Jet Forwarding, Inc. v. the United States, 437 F.2d 987 (Ct. Cl. 1971)Annotate this Case
Alan F. Wohlstetter, Washington, D. C., attorney of record, for plaintiff. Denning & Wohlstetter and Stanley I. Goldman, Washington, D. C., of counsel.
George M. Beasley, III, with whom was Asst. Atty. Gen. L. Patrick Gray, III, for defendant.
Before COWEN, Chief Judge, and LARAMORE, DURFEE, DAVIS, COLLINS, SKELTON and NICHOLS, Judges.
This case was referred to Trial Commissioner Roald A. Hogenson with directions to make findings of fact and recommendation for conclusions of law under the order of reference and Rule 134(h). The commissioner has done so in an opinion and report filed on March 19, 1970. Exceptions to the commissioner's opinion, findings and recommended conclusion of law were filed by plaintiff. Defendant excepted to Finding 28 but otherwise urged the court to adopt the commissioner's opinion, findings and recommended conclusion of law. The case has been submitted to the court on the briefs of the parties and oral argument of counsel. At oral argument the plaintiff abandoned its contention that the volume rate should govern and limited its claim to the application of the alternative 500-lb. rate.
The main issue in this case turns on the particular course of dealings between plaintiff's general (and authorized) agent in Japan and the defendant's transportation representatives there. The agreements on which suit is brought are the bills of lading under which the shipments moved, not the plaintiff's rate tenders. Cf. United States v. Louisville & Nashville R.R., 221 F.2d 698, 701-702 (6th Cir. 1955). When those individual agreements were made in Japan, the parties contracted in the light, not only of the bare words of the earlier Military Traffic Management and Terminal Service (MTMTS) letters requesting volume tenders and the plaintiff's tenders in response, but also, and significantly, in the light of the actual practice and understandings at the two air bases in implementing those tenders. The individual contracts thus made have been properly interpreted by the trial commissioner — with the help of the principle that contemporaneous construction by the parties must be given great weight, and also of the rule that a party knowing the meaning his opposite number gives to an agreement about to be consummated is bound by that understanding unless he speaks up — as having a different meaning from the usual or normal volume rate agreement. In this respect, this case differs markedly from Container Transport Int'l. Inc. v. United States, Ct. Cl., 437 F.2d 1365 likewise decided this day, in which no such special understandings and course of dealings were shown, and the individual shipping agreements were therefore interpreted according to the normal reading of the defendant's request for a volume rate and the carrier's volume tender.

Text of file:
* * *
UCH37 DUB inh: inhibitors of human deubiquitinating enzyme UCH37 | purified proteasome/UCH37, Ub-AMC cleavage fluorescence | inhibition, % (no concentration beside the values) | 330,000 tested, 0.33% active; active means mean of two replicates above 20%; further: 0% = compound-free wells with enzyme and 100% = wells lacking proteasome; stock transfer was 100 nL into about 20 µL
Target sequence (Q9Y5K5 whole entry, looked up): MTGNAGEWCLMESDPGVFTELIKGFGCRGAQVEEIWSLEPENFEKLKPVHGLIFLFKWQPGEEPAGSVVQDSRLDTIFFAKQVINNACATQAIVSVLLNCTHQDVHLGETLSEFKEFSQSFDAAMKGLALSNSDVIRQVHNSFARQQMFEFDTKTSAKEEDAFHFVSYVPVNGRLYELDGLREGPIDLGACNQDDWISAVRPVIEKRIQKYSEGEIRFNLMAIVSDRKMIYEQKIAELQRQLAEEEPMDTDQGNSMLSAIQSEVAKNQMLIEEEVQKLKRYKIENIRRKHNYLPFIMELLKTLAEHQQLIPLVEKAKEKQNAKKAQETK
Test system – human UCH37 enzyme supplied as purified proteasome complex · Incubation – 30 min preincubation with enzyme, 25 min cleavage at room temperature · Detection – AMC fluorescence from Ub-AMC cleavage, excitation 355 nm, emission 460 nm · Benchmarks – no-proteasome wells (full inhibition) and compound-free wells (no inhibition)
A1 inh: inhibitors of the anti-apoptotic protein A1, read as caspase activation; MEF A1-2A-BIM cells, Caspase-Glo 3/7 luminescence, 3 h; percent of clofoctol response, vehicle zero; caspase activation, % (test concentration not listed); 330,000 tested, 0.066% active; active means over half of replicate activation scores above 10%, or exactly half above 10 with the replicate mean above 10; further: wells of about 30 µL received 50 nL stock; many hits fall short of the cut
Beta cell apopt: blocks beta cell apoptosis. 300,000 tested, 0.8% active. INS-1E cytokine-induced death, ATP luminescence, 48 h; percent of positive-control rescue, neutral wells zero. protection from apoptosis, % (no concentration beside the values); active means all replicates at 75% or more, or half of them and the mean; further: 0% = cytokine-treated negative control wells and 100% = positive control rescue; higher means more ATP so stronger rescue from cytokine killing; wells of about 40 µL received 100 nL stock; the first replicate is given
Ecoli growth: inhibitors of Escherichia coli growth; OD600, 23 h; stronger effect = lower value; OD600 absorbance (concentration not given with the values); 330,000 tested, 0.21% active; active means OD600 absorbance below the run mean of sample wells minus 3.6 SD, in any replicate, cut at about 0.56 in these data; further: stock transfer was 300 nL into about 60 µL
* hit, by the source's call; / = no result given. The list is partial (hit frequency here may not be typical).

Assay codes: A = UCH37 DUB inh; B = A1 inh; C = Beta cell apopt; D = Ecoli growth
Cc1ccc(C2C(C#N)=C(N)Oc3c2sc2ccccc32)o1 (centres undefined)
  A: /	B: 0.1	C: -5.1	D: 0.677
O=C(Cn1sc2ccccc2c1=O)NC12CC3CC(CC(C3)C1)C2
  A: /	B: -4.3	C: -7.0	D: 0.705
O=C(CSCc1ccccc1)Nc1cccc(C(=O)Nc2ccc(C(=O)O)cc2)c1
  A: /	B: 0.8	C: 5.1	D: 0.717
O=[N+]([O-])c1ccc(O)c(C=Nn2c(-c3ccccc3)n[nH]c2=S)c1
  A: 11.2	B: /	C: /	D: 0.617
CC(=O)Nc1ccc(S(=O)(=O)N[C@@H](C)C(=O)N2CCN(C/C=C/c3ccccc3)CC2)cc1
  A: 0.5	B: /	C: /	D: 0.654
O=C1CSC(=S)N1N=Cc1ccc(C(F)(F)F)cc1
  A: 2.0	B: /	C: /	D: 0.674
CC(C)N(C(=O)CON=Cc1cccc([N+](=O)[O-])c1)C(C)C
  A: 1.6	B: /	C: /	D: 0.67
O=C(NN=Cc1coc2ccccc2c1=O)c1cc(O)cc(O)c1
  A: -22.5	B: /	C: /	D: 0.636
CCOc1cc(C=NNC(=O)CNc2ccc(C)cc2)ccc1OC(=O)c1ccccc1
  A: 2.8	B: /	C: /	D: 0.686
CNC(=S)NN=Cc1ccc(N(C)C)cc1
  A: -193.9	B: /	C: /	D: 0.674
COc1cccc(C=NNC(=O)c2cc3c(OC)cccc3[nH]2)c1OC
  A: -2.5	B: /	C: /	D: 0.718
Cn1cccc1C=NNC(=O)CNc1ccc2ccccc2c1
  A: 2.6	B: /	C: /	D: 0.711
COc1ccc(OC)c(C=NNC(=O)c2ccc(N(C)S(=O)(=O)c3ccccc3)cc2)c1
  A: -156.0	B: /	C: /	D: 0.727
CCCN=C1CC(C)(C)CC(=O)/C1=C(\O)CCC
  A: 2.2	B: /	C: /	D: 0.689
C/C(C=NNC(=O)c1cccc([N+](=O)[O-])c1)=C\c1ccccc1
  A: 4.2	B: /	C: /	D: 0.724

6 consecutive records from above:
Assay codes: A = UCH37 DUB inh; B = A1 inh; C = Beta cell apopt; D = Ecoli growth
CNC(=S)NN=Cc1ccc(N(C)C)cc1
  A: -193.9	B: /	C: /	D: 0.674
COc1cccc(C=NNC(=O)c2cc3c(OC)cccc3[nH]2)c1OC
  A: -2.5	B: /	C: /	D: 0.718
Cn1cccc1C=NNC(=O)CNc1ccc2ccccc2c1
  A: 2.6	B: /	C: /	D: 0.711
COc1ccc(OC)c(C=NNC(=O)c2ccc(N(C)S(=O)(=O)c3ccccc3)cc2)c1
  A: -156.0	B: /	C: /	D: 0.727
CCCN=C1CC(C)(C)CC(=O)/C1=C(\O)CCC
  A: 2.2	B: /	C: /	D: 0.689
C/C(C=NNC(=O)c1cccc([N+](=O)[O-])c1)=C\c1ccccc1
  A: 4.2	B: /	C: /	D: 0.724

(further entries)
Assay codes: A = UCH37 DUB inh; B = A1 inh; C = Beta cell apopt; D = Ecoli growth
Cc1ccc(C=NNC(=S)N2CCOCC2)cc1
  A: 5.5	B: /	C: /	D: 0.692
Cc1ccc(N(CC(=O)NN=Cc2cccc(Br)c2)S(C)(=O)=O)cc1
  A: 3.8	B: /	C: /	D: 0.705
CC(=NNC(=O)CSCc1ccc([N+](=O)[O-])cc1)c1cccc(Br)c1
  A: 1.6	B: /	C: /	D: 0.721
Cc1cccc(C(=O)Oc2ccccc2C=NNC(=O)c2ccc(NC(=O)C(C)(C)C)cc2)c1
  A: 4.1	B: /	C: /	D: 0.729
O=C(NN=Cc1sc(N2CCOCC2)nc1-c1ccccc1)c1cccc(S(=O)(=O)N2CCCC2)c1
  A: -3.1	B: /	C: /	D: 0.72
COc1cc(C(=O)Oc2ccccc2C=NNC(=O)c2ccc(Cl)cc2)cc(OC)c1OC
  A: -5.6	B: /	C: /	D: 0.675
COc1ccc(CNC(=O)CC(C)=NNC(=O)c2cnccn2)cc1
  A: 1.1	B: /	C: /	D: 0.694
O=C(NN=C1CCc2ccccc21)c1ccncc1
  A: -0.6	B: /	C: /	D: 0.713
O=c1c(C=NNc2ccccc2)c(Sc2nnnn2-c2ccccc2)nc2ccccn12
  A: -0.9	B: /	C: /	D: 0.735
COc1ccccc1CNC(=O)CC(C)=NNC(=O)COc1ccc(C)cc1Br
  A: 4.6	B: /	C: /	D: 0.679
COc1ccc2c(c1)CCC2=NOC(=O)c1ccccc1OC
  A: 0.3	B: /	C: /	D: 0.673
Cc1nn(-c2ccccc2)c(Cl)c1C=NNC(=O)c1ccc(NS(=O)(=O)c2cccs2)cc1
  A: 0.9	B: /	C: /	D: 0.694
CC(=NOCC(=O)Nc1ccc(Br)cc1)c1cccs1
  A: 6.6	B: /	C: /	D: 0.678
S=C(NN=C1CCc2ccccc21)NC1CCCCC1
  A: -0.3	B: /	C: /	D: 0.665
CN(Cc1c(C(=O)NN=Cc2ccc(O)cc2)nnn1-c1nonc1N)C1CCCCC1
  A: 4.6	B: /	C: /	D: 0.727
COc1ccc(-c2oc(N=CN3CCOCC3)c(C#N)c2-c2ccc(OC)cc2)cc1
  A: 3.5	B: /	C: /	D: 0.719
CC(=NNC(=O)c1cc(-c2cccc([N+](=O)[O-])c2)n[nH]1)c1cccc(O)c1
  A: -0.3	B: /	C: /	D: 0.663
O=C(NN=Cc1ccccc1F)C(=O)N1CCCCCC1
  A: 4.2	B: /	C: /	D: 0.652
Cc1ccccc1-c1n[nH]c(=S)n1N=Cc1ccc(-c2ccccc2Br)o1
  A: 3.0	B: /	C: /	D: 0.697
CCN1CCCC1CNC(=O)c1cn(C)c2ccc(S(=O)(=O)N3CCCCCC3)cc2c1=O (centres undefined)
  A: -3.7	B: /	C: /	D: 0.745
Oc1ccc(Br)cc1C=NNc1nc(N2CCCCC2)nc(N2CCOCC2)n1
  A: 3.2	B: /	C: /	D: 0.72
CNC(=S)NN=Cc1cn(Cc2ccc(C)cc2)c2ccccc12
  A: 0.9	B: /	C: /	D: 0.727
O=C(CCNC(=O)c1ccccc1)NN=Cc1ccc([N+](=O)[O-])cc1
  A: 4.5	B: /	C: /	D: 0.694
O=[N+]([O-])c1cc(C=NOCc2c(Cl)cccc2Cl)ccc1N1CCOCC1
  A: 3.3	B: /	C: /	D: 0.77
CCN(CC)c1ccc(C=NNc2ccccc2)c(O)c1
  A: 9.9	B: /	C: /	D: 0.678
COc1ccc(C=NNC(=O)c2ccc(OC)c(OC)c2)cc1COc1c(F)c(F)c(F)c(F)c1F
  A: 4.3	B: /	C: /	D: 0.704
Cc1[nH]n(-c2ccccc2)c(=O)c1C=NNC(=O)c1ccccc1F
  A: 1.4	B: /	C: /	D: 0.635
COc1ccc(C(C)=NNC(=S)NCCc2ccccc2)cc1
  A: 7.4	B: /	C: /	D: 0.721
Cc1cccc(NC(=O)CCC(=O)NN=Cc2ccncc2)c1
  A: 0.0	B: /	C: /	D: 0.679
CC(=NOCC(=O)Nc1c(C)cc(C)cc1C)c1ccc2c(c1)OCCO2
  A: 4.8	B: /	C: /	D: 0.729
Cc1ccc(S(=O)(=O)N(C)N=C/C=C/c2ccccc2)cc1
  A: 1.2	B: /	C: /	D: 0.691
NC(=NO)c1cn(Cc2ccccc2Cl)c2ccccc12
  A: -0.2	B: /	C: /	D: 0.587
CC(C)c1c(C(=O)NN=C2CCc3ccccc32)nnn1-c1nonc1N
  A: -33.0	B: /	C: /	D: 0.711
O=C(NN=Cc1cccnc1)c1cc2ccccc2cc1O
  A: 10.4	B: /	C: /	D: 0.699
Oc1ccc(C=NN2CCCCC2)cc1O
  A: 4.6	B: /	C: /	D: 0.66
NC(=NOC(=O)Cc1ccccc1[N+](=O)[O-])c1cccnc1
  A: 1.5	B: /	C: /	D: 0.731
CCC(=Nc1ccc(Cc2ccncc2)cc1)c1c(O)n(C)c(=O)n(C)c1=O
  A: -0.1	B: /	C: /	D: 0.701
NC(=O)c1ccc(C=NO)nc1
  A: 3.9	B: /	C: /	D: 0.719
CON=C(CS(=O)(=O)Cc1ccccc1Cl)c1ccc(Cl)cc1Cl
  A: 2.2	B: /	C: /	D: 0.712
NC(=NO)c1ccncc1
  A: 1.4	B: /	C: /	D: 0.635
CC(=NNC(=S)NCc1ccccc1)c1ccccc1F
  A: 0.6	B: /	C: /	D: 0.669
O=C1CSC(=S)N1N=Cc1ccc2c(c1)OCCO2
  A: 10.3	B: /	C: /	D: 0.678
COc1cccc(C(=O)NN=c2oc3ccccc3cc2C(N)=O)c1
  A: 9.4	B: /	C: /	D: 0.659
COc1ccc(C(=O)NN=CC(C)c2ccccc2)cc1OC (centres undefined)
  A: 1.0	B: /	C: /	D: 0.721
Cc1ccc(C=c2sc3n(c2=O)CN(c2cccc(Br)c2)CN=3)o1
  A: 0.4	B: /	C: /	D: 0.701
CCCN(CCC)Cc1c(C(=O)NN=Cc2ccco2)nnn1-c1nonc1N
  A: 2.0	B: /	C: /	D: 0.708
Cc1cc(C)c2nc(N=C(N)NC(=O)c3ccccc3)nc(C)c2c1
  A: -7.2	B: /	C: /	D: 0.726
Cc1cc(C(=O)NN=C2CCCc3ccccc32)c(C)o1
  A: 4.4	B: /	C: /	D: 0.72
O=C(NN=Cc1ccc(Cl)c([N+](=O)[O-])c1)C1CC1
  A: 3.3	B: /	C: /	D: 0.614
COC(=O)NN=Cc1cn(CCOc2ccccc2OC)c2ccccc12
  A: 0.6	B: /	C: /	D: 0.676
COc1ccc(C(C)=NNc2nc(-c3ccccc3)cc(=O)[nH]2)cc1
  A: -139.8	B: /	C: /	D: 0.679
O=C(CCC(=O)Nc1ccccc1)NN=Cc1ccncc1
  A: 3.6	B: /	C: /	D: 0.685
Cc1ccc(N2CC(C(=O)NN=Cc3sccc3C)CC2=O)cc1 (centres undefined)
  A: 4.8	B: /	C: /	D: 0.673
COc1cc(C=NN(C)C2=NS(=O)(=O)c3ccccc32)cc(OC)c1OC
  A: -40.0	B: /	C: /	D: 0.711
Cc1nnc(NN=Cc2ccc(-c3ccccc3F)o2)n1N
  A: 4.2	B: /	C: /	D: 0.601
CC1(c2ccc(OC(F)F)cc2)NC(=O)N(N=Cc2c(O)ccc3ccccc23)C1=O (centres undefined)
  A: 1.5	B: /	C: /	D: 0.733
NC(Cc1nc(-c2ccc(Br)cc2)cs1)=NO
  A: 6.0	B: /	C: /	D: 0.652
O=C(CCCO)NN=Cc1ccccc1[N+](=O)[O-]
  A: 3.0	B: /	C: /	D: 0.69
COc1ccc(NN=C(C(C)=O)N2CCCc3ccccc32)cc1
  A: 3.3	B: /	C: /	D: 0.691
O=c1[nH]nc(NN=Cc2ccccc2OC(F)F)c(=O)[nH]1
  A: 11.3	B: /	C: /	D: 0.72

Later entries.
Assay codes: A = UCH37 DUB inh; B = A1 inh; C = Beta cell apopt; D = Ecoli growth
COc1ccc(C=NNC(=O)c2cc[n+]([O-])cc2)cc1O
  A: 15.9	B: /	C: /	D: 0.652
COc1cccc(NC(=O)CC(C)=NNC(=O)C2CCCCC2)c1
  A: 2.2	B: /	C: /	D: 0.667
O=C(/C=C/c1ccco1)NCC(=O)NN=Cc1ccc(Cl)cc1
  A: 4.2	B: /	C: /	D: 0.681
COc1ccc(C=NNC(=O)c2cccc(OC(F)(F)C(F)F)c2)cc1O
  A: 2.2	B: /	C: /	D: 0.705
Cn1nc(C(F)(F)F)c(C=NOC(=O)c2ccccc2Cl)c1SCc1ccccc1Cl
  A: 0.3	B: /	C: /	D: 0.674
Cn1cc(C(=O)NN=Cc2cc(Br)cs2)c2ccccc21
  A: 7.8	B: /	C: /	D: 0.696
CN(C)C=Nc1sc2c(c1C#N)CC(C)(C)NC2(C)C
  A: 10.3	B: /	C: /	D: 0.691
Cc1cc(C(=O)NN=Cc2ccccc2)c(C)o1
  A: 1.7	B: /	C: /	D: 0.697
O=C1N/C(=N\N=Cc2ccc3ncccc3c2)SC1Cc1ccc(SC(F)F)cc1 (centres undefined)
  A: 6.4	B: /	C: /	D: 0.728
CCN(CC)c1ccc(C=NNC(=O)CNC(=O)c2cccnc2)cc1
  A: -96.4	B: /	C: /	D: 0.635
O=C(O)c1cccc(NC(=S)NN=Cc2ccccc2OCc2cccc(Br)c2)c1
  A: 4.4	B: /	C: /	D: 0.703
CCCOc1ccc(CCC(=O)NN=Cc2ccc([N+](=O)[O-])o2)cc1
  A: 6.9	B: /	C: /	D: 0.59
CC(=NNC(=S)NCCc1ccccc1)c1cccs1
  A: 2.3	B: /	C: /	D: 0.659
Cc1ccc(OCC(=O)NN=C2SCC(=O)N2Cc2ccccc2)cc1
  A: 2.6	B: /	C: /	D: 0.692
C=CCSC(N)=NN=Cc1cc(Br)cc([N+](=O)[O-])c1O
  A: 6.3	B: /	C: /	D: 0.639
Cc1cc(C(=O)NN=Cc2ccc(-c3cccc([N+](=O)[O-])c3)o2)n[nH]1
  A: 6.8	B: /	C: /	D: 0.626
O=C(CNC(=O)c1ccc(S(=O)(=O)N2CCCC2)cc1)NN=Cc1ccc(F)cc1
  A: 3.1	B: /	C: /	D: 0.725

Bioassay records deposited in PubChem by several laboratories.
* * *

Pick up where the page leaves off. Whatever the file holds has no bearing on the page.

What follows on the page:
Since the court agrees with the trial commissioner's opinion, findings and recommended conclusion of law, as hereinafter set forth, it hereby adopts the same, together with the foregoing paragraph, as the basis for its judgment in this case. Therefore, plaintiff is not entitled to recover and its petition as amended is dismissed. Defendant is entitled to recover on its counterclaim and judgment is entered for defendant thereon in the sum of $9,406.33.
OPINION OF COMMISSIONER
As the carrier with the lowest volume rate tendered to defendant on each of the subject mass movements, plaintiff was utilized by defendant to accomplish a mass movement of household goods of members of the Air Force from Misawa Air Base, Japan, to Eglin Air Force Base, Florida, and also such a movement from Yokota Air Base, Japan, to the same Florida installation.
In accordance with defendant's established program with respect to movement of such household goods, plaintiff provided to defendant door-to-door container service, which involved the prepacking and loading of the household goods of an individual member of the Air Force into specially designed containers at the origin residence of the member, transportation of the loaded containers to the port of departure, arrangement for movement via ocean vessels, transportation of the loaded containers beyond the port of discharge to the destination residence of the member, and placing the household goods in the new residence.
The mass movements from Misawa and Yokota occurred in the period from April 25 through July 15, 1965. During that period, defendant's transportation officers there prepared and issued 226 bills of lading covering the shipments.